Exercising forms of self-empowering control and responsibility at a community level could have any number of labels and ideological sign posts attached to it. I don't really care what anyone might want to call the elevation of basic human wellbeing above an all pervasive and highly destructive chrematistic ideology.

        If you're thinking "NZ kibbutzin", then sure… whatever. Like I say, the name or label doesn't matter for me – as long as it doesn't foster an ideology that might impinge on our ability to bring into being, humane ways by which we might live, and dance, and die, and cry.

    • Incognito 6.2

      yes

  6. joe90 7

    What kind of system change do we want right now?

    One that sets this in stone.

     

     
    Labor is prior to, and independent of, capital. Capital is only the fruit of labor, and could never have existed if labor had not first existed. Labor is the superior of capital, and deserves much the higher consideration.”

    –Abraham Lincoln September 30, 1859

    • KJT 7.1

      Funny that.

      As noted in the twin towers collapse.

      All those high paid accountants, lawyers and assorted financial wizards had to be shown by cleaners, maintenance workers and firemen that internal non structural walls are not solid barriers.

    • arkie 7.2

      Now is a great time to read Marx, which one can, online, for free!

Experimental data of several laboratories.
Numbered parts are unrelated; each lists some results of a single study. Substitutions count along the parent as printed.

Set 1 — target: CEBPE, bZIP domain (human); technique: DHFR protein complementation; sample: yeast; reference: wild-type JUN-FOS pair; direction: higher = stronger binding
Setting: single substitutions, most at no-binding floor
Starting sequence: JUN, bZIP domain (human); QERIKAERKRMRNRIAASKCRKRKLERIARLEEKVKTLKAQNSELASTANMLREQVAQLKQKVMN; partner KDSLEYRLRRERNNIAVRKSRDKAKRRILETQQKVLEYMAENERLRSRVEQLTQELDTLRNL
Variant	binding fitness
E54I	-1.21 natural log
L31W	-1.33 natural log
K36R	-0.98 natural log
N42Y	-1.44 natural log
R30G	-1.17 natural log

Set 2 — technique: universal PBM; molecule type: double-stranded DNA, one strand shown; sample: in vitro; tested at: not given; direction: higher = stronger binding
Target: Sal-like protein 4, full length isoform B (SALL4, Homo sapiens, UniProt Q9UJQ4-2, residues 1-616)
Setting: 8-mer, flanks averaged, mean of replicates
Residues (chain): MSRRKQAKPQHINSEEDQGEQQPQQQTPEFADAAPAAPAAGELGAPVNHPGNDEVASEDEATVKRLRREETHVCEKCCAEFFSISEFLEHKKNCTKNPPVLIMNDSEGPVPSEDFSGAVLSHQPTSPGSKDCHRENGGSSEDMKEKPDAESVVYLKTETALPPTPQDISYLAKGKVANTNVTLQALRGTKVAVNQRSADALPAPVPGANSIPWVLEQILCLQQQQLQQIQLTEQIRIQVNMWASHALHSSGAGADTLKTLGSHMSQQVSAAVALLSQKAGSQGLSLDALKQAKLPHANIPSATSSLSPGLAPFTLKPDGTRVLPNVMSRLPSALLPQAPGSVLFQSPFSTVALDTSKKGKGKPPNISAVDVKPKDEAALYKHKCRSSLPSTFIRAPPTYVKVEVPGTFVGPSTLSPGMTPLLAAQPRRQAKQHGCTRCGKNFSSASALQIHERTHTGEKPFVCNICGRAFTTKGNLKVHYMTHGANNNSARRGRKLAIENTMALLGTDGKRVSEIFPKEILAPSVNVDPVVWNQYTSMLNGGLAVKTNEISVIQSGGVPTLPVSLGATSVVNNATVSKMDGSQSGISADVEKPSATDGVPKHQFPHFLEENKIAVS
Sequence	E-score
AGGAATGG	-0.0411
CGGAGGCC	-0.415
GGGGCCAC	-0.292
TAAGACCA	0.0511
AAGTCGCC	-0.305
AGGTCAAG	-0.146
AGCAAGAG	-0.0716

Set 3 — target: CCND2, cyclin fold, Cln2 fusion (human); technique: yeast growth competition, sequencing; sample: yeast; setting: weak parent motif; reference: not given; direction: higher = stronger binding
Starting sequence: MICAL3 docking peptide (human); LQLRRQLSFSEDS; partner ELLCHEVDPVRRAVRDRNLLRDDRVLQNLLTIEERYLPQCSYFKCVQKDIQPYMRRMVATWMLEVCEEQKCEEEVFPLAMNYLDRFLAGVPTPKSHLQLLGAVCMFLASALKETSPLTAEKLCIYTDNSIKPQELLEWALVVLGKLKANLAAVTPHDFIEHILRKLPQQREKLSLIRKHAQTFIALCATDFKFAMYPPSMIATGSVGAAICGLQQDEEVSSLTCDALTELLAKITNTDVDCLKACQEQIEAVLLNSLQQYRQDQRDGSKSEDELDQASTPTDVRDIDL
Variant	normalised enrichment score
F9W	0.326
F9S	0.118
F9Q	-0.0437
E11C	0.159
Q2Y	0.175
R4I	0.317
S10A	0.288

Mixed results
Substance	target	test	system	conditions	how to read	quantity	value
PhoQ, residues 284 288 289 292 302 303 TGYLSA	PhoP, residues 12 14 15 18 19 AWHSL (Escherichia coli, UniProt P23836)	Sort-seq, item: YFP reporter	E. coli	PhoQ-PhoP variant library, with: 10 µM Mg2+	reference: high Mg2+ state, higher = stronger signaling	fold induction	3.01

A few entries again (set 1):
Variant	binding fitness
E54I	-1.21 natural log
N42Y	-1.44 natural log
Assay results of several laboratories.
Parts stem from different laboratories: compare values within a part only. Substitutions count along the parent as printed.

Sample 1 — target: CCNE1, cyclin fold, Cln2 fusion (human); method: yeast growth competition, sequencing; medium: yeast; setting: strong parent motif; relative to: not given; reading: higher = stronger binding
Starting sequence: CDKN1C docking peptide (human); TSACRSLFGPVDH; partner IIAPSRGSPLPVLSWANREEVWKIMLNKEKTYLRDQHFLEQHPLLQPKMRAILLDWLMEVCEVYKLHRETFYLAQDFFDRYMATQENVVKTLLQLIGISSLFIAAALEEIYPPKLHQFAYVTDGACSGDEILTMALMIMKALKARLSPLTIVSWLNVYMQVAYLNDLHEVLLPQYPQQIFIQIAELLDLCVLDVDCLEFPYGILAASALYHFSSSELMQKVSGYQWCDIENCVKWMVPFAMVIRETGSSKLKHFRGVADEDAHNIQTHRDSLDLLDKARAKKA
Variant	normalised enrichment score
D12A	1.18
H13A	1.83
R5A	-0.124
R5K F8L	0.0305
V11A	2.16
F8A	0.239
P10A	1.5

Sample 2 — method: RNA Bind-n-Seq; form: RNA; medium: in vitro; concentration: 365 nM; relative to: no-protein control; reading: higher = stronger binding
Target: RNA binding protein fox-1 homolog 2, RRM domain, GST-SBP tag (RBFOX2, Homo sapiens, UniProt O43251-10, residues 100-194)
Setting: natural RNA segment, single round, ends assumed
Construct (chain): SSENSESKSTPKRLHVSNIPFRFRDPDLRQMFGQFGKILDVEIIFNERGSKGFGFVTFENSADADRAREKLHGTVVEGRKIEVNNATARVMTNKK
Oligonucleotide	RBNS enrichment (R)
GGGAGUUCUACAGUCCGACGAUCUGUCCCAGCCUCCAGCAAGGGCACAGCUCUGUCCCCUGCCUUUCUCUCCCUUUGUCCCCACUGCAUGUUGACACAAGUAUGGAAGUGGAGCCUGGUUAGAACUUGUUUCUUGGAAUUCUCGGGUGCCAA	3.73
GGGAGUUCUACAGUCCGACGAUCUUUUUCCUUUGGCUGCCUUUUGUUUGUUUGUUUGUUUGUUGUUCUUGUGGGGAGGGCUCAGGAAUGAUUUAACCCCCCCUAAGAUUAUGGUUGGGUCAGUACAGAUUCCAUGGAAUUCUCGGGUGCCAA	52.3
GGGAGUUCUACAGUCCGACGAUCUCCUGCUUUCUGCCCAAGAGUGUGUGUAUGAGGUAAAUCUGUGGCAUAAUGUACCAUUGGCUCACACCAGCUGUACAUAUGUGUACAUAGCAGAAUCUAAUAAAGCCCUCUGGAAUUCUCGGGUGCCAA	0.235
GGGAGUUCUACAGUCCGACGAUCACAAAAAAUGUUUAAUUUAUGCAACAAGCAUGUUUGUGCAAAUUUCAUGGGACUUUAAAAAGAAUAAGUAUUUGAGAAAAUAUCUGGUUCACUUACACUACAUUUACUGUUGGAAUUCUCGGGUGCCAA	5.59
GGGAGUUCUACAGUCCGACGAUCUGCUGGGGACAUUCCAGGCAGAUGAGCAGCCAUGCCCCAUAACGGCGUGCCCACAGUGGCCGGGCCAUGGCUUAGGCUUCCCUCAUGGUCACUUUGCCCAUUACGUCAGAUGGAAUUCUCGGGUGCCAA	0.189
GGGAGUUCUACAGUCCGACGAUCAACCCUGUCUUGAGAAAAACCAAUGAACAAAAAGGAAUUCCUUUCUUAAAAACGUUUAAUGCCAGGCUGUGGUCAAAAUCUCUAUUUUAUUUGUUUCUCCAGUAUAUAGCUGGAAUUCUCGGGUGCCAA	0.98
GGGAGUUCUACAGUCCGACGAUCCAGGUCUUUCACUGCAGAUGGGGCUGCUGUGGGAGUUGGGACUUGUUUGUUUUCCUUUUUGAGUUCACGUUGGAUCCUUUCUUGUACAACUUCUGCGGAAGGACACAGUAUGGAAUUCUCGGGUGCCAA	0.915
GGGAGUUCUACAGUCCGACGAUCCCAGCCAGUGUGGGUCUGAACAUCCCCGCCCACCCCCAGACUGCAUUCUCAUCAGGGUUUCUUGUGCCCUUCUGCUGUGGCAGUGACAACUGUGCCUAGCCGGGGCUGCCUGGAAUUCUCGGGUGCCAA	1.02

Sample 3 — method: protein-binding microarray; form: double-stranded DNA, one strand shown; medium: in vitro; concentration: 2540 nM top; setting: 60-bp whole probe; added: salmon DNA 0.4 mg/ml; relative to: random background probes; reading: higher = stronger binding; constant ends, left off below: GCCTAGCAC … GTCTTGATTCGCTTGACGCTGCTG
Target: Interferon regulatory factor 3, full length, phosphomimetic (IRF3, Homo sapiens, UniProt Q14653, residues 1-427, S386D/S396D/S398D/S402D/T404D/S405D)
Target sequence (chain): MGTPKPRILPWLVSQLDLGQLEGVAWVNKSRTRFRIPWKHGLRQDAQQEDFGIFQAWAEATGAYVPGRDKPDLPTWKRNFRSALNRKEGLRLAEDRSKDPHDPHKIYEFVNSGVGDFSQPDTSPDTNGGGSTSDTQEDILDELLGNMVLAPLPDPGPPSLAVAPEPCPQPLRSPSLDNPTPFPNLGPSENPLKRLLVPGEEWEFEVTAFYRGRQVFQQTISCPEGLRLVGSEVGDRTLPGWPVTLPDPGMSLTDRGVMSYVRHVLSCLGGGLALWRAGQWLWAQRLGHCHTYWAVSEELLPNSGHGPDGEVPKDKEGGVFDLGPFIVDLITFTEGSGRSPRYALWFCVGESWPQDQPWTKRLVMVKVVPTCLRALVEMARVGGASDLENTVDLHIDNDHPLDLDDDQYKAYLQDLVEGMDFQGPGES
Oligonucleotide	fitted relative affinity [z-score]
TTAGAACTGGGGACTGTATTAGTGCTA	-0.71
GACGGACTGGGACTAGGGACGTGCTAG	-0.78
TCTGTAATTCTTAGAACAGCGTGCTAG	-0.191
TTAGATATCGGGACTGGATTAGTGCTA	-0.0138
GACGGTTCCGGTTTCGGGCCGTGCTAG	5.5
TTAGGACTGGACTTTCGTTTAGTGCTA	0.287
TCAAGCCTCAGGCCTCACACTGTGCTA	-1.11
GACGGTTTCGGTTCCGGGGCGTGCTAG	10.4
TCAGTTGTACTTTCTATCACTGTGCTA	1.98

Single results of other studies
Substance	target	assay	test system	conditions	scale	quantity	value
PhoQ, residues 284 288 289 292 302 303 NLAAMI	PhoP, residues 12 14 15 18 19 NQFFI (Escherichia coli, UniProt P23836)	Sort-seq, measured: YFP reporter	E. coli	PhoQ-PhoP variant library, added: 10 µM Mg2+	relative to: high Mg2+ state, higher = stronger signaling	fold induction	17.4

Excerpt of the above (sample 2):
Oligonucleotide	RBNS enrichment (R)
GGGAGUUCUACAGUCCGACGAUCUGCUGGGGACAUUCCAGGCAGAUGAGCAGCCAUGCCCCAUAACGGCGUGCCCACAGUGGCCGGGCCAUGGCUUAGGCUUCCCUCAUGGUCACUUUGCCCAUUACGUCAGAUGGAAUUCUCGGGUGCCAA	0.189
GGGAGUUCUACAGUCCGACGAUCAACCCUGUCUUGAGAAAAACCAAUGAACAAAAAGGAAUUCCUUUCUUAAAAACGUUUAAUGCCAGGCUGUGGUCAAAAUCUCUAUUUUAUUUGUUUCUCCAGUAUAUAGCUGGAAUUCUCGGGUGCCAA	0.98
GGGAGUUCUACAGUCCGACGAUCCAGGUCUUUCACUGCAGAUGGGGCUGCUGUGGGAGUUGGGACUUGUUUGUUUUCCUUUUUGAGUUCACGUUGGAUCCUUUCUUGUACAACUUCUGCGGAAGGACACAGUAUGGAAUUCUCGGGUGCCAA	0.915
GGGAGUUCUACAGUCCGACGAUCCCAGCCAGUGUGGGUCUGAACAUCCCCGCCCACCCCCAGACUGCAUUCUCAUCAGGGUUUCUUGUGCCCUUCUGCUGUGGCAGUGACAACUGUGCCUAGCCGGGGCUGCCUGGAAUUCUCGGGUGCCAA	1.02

Capital
      A Critique of Political Economy

      Volume I
      Book One: The Process of Production of Capital

      https://www.marxists.org/archive/marx/works/1867-c1/

  7. Robert Guyton 8

    Gardeners won't need to say, "I told you so!", they'll need instead to share their experience. Already, sales of seeds and seedlings are escalating. Fruit tree sales as well. Our environment centre organic food cooperative is already planning how to deliver to homes instead of opening our door, if it comes to that. I notice that our several community orchards are being visited "vigorously" and this was the intention should there ever be a crisis. It seems to me that everyone will see opportunity and confirmation of their world-view in the pandemic; the isolationists will believe their preparations have been wise, the traditionalists will welcome a return to the "simple, conservative old ways" and people like me will thrill to the potential that this is a turning-point for humanity's spiritual development smiley It'll all come out in the wash though but I'm betting things will never be the same.

    • weka 8.1

      that comment made me really happy 😀 I've been wondering what you've been up to, noticing your absence and hoping for a report. Ka tino pai.

      • Robert Guyton 8.1.1

        For you, weka.

        “Having resisted every warning and admonishment to transform and change our ways, we are now, as a collective, being forced into a cocoon ourselves, in lockdowns and self-isolation, to do the work we should have done generations ago.”

        “We are not going to break out of our collective dilemma if we cannot hear the voices of non-human creatures outside the door, and humbly accept their help. If, as it is assumed, this pandemic is a result of the woeful treatment of wild animals (60% of new human diseases are zoonotic), we have a lot of reckoning to face. It is hard for human beings, who have for generations never learned to say thank you to the planet that has hosted us all our lives, where it has never crossed our minds we had to honour life and give back, nor that we had soul work to do, legacies and tasks that we hold like a small kist in our hands, when we are born.” 

        https://dark-mountain.net/outbreak/

         

         

  8. tc 9